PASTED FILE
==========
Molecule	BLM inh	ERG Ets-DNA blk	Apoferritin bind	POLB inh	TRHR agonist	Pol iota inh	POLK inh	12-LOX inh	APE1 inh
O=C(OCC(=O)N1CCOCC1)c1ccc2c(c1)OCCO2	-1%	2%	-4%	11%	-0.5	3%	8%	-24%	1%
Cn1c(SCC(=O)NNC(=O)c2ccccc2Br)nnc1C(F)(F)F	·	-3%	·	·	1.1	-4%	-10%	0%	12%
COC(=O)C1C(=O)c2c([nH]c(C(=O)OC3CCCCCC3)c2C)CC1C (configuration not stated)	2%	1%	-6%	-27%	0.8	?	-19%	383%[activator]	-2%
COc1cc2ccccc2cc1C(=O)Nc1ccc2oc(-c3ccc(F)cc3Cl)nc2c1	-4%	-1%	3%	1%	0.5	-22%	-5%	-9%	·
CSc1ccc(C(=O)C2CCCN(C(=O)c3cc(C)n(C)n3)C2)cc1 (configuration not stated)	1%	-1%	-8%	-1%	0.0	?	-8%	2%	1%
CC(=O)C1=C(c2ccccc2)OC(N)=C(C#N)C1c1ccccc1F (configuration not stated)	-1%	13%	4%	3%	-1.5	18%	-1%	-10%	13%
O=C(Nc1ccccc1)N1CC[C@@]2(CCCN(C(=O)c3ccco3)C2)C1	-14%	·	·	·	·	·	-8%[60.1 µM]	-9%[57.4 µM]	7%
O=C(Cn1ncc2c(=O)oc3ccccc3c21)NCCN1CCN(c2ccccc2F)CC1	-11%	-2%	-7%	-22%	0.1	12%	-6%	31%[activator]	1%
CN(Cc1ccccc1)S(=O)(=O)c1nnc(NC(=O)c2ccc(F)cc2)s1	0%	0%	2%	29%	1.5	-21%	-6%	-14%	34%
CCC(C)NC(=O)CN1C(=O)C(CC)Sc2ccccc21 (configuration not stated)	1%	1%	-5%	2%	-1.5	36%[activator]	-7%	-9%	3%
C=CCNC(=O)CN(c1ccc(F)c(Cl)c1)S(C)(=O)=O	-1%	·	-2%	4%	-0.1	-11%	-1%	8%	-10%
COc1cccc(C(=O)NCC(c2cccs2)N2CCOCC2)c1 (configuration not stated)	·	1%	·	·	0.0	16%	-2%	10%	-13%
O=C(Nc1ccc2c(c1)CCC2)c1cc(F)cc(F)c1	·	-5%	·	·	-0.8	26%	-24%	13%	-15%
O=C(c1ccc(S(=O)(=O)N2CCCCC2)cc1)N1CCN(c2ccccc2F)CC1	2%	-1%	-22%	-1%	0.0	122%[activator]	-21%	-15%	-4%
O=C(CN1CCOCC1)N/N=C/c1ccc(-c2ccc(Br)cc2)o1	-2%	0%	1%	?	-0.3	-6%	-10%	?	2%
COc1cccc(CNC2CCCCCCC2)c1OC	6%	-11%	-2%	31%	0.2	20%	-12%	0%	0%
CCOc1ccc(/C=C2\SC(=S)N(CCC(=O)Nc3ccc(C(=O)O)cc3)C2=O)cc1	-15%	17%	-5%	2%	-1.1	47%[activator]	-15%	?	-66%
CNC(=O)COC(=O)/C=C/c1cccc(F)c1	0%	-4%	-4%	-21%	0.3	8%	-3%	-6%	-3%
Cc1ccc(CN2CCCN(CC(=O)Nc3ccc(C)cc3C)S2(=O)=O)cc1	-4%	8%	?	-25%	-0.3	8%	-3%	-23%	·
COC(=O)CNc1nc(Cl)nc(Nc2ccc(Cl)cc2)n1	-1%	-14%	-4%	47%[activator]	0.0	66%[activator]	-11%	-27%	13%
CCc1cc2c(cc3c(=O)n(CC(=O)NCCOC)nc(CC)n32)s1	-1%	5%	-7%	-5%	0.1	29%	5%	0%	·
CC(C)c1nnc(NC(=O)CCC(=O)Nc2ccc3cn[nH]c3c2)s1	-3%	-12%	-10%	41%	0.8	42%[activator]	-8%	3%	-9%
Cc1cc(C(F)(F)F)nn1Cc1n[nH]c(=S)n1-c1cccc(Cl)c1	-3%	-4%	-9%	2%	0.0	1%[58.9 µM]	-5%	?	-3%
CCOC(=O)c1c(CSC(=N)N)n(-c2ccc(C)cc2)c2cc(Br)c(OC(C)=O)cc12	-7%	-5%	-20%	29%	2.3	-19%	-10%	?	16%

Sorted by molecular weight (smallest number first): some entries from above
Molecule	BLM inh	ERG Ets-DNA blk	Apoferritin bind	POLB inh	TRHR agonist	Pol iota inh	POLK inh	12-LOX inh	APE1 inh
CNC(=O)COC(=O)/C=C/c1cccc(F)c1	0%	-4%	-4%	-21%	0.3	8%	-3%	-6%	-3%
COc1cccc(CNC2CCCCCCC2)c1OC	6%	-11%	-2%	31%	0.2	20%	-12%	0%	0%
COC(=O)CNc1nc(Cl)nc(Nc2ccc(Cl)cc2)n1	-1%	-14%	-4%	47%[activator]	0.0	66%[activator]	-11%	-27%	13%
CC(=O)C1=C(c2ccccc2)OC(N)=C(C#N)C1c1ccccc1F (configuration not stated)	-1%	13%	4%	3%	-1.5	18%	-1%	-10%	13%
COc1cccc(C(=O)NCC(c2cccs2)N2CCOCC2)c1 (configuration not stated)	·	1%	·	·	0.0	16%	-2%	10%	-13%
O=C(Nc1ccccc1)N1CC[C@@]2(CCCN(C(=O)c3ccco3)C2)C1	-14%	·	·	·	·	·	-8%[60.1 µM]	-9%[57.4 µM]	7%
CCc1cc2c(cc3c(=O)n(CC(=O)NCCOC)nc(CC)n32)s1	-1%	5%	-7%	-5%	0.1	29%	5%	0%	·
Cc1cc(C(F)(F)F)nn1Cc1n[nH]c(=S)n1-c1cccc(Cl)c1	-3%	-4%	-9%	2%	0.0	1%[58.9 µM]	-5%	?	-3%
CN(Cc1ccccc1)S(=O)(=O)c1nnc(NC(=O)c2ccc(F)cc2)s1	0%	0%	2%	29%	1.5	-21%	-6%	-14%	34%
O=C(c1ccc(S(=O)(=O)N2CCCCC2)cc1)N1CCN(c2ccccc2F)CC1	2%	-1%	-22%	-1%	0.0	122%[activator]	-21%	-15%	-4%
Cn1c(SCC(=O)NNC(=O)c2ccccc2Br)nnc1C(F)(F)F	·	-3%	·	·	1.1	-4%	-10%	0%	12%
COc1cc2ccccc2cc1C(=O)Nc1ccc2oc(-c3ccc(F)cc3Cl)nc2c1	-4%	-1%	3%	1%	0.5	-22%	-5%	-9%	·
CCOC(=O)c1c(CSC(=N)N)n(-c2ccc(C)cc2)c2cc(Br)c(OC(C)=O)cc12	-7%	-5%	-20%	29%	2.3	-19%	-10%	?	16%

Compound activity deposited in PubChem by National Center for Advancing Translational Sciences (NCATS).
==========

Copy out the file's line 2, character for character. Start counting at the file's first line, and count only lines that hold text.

O=C(OCC(=O)N1CCOCC1)c1ccc2c(c1)OCCO2	-1%	2%	-4%	11%	-0.5	3%	8%	-24%	1%